Around the world working animals are making the difference between poverty and prosperity for many people. These animals are a vital part of the economy of poor nations.
I am a supporter of SPANA, a charity founded in London in 1923 by Kate Hosali and her daughter Nina, after they witnessed the suffering of animals on their travels through North Africa. SPANA provides free vetinerary service to thousands of working animals around the world, along with an education program for their owners.
So I was horrified to learn in an article published in BBC magazine that 25 mules were murdered in Turkey on its border with Iraq. The Turkish Army decided to focus on smugglers bringing in unlicensed cigarettes, a trade that costs the Turkish economy $3 billion every year. Unfortunately, the mules were a by-product of this initiative.
Local smugglers decided that the journey to Iraq was too dangerous. Then they launched an ambitious plan. They realized that their mules were smart enough to make the 15-mile trip to the border and back unaccompanied. All that needed to be done was to send the mules on their way with empty saddlebags that would come back loaded with contraband.
(Note that human beings pressed into service to carry smuggled goods have come to be known as "mules," as well.)
On March 23, a group of men in the small village of Uludere taking a tea break suddenly heard gunshots. They ran to save the mules, but it was too late. The poor creatures, who had no knowledge of what they were doing, had been sprayed with bullets from automatic weapons and were dead.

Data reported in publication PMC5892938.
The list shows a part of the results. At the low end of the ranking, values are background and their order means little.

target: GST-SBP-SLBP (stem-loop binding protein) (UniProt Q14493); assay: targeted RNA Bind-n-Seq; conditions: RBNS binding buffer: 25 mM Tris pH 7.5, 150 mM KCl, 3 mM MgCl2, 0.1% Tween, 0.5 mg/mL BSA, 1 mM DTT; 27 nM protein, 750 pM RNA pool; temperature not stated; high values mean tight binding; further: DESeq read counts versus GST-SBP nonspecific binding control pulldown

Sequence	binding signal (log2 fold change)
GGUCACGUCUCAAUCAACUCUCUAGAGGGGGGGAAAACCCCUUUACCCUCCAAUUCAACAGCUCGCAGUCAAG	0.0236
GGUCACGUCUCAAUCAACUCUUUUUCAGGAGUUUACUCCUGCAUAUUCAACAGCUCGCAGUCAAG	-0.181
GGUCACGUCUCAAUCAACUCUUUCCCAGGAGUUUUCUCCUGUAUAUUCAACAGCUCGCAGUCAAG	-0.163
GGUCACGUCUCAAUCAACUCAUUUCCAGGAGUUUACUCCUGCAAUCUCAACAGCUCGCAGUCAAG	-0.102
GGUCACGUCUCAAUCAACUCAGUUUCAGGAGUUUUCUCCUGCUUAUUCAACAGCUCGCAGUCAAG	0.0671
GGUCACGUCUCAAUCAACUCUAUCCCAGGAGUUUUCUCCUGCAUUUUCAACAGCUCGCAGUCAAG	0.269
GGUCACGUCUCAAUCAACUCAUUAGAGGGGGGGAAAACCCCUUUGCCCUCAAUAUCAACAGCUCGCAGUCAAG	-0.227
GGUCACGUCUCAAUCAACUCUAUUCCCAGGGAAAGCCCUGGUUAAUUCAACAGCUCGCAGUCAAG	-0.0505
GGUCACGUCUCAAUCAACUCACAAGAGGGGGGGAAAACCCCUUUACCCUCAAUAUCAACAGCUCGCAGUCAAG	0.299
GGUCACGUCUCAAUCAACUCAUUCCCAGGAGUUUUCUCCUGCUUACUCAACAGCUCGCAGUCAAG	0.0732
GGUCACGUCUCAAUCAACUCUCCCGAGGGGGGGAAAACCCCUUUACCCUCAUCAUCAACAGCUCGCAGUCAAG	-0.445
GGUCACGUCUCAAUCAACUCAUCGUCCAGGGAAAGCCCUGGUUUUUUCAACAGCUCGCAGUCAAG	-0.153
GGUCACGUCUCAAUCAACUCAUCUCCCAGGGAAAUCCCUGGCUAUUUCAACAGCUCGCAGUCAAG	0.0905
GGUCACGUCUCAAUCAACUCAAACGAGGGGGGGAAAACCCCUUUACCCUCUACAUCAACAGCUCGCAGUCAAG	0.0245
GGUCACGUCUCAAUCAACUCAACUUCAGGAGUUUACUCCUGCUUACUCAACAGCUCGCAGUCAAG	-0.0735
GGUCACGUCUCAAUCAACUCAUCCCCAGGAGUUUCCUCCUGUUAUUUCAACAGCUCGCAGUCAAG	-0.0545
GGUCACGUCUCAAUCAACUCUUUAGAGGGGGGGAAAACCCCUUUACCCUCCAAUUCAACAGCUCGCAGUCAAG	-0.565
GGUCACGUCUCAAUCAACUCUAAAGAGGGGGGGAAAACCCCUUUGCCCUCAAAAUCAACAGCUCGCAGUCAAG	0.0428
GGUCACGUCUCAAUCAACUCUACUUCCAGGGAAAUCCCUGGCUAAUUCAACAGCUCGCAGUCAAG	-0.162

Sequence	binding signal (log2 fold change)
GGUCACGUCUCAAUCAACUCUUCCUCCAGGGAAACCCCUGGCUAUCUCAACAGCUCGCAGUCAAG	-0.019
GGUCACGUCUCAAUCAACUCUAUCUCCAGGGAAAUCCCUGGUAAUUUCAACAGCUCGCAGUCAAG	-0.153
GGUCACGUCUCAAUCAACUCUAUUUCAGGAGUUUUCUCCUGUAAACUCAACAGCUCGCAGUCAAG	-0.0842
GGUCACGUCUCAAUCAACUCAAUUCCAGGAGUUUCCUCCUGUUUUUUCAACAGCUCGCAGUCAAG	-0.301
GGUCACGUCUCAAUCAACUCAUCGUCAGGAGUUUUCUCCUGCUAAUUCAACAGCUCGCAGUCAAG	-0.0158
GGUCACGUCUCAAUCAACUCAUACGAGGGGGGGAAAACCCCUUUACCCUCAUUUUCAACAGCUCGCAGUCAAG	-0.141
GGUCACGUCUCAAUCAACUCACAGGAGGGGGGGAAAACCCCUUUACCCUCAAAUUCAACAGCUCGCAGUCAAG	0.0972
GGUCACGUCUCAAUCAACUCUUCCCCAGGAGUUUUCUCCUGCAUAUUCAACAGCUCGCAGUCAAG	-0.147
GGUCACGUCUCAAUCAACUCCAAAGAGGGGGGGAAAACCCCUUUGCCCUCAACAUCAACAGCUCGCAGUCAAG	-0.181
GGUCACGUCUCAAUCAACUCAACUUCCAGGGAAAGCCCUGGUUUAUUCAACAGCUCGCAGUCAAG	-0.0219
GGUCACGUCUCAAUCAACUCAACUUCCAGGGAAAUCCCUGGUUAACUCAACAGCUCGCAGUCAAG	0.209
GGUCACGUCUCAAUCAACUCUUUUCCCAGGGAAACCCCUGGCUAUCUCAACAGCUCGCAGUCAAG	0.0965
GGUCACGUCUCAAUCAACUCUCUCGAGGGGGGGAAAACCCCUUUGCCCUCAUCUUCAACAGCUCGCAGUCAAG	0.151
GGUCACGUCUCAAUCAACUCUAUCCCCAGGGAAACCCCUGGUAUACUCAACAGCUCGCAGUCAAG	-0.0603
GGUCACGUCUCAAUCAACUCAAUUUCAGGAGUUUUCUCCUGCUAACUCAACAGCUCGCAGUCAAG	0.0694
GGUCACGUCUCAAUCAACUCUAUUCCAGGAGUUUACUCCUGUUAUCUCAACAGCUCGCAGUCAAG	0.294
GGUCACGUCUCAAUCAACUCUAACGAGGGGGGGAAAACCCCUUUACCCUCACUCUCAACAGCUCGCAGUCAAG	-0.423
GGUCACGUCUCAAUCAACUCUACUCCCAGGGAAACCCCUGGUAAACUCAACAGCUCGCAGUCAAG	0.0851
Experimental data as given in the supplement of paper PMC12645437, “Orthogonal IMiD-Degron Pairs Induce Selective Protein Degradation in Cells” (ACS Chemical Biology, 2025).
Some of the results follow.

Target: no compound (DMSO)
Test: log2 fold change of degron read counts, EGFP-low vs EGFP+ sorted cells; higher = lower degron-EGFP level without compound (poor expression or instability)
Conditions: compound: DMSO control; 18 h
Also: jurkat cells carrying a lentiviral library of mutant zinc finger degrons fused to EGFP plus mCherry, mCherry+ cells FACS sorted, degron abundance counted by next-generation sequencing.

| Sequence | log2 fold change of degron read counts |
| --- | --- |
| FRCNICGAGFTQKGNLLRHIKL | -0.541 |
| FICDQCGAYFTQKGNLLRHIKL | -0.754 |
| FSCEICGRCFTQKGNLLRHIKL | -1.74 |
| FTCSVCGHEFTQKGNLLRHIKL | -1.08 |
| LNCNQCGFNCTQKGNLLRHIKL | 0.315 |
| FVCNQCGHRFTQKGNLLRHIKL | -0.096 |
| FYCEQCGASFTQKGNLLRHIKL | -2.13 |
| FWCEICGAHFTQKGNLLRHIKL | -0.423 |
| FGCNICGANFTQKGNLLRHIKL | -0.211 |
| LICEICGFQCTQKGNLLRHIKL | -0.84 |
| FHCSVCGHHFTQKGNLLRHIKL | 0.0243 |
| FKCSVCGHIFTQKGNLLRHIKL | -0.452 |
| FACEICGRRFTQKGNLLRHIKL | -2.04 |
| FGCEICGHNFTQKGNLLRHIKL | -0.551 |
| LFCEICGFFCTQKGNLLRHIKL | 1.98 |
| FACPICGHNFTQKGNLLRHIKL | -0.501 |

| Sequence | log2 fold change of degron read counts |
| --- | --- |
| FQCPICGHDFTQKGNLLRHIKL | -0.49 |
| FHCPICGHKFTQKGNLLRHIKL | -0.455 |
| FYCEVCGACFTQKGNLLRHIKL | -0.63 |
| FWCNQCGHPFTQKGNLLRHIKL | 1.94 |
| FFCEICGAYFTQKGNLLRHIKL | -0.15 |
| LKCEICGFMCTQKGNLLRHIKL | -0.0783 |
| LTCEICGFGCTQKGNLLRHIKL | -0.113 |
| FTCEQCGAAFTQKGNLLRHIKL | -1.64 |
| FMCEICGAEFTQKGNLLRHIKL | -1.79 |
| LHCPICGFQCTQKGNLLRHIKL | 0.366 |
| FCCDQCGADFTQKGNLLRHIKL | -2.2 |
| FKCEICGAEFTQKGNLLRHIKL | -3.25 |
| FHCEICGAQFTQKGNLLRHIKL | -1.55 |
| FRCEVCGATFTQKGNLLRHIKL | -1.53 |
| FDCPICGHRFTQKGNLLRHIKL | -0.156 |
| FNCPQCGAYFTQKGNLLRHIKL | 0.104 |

These attacks on the mules by the Turkish Army have continued. The practice is inhumane and many believe this has nothing to do with smuggling. The Turkish Army wants to terrorize the community.
Local villagers see these mules as more than just a means of transport. The animals have names and their lineage is known to everyone. Mules are indispensible to their way of life and are worth between $4,000 and $10,000 each - as much as a good used car.
Whatever one feels about smuggling, there is no excuse for killing these mules. They were mere innocents in a trade that flourishes near borders worldwide.
The mules could have simply been rounded up and taken away by the Turkish government. Instead, authorities chose to slaughter them. We would never known about this practice if a journalist from the BBC had not traveled to the region and witnessed the carnage.
Gandhi said, "The greatness of a nation can be judged by the way its animals are treated." And these cruel incidents cast a dark shadow on Turkey.
We must send a message to Turkey, and one way is by refusing to visit this country that puts itself forth as a wonderful tourism destination. Because of the way these poor mules were treated, people who care about animals should find another place to spend their tourism dollars